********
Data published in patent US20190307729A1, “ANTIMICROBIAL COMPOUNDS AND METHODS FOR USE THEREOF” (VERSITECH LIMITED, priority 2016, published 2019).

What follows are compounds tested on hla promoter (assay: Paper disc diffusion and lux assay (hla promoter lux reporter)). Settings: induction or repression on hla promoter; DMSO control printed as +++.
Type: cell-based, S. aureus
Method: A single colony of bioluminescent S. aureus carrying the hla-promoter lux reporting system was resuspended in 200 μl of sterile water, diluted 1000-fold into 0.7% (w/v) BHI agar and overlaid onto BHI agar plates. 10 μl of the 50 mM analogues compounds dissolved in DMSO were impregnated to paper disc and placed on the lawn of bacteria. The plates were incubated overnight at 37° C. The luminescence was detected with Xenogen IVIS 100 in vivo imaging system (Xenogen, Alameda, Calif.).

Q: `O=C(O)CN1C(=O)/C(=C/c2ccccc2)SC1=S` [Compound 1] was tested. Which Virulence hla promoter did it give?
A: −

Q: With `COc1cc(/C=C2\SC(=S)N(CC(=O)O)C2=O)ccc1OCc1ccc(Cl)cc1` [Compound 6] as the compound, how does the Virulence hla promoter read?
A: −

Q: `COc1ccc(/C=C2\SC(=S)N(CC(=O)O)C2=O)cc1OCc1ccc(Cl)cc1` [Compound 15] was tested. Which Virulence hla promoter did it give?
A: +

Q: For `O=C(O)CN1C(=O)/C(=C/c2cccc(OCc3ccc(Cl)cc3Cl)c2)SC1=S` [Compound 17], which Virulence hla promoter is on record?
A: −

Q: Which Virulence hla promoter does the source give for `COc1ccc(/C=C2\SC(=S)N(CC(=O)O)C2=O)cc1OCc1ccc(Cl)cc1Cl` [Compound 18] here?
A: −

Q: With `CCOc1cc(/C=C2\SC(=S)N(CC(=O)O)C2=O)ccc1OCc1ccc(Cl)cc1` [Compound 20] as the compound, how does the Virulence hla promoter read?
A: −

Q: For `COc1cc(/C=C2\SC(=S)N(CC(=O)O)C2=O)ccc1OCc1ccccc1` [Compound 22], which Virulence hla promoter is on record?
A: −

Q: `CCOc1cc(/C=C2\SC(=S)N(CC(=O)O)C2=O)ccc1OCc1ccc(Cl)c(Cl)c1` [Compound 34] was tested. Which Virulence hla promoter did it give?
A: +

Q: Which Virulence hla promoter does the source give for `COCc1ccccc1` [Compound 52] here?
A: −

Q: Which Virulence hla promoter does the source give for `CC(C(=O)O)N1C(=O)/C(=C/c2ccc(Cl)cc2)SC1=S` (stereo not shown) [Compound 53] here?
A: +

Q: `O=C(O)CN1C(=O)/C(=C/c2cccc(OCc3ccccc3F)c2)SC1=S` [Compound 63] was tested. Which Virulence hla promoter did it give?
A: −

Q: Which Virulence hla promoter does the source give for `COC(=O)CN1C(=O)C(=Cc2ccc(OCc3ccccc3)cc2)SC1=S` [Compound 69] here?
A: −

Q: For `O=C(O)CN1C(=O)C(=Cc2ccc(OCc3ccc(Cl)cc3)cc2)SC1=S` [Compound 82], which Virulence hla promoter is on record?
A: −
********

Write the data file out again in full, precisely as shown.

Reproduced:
Data published in patent US20190307729A1, “ANTIMICROBIAL COMPOUNDS AND METHODS FOR USE THEREOF” (VERSITECH LIMITED, priority 2016, published 2019).

What follows are compounds tested on hla promoter (assay: Paper disc diffusion and lux assay (hla promoter lux reporter)). Settings: induction or repression on hla promoter; DMSO control printed as +++.
Type: cell-based, S. aureus
Method: A single colony of bioluminescent S. aureus carrying the hla-promoter lux reporting system was resuspended in 200 μl of sterile water, diluted 1000-fold into 0.7% (w/v) BHI agar and overlaid onto BHI agar plates. 10 μl of the 50 mM analogues compounds dissolved in DMSO were impregnated to paper disc and placed on the lawn of bacteria. The plates were incubated overnight at 37° C. The luminescence was detected with Xenogen IVIS 100 in vivo imaging system (Xenogen, Alameda, Calif.).

Q: `O=C(O)CN1C(=O)/C(=C/c2ccccc2)SC1=S` [Compound 1] was tested. Which Virulence hla promoter did it give?
A: −

Q: With `COc1cc(/C=C2\SC(=S)N(CC(=O)O)C2=O)ccc1OCc1ccc(Cl)cc1` [Compound 6] as the compound, how does the Virulence hla promoter read?
A: −

Q: `COc1ccc(/C=C2\SC(=S)N(CC(=O)O)C2=O)cc1OCc1ccc(Cl)cc1` [Compound 15] was tested. Which Virulence hla promoter did it give?
A: +

Q: For `O=C(O)CN1C(=O)/C(=C/c2cccc(OCc3ccc(Cl)cc3Cl)c2)SC1=S` [Compound 17], which Virulence hla promoter is on record?
A: −

Q: Which Virulence hla promoter does the source give for `COc1ccc(/C=C2\SC(=S)N(CC(=O)O)C2=O)cc1OCc1ccc(Cl)cc1Cl` [Compound 18] here?
A: −

Q: With `CCOc1cc(/C=C2\SC(=S)N(CC(=O)O)C2=O)ccc1OCc1ccc(Cl)cc1` [Compound 20] as the compound, how does the Virulence hla promoter read?
A: −

Q: For `COc1cc(/C=C2\SC(=S)N(CC(=O)O)C2=O)ccc1OCc1ccccc1` [Compound 22], which Virulence hla promoter is on record?
A: −

Q: `CCOc1cc(/C=C2\SC(=S)N(CC(=O)O)C2=O)ccc1OCc1ccc(Cl)c(Cl)c1` [Compound 34] was tested. Which Virulence hla promoter did it give?
A: +

Q: Which Virulence hla promoter does the source give for `COCc1ccccc1` [Compound 52] here?
A: −

Q: Which Virulence hla promoter does the source give for `CC(C(=O)O)N1C(=O)/C(=C/c2ccc(Cl)cc2)SC1=S` (stereo not shown) [Compound 53] here?
A: +

Q: `O=C(O)CN1C(=O)/C(=C/c2cccc(OCc3ccccc3F)c2)SC1=S` [Compound 63] was tested. Which Virulence hla promoter did it give?
A: −

Q: Which Virulence hla promoter does the source give for `COC(=O)CN1C(=O)C(=Cc2ccc(OCc3ccccc3)cc2)SC1=S` [Compound 69] here?
A: −

Q: For `O=C(O)CN1C(=O)C(=Cc2ccc(OCc3ccc(Cl)cc3)cc2)SC1=S` [Compound 82], which Virulence hla promoter is on record?
A: −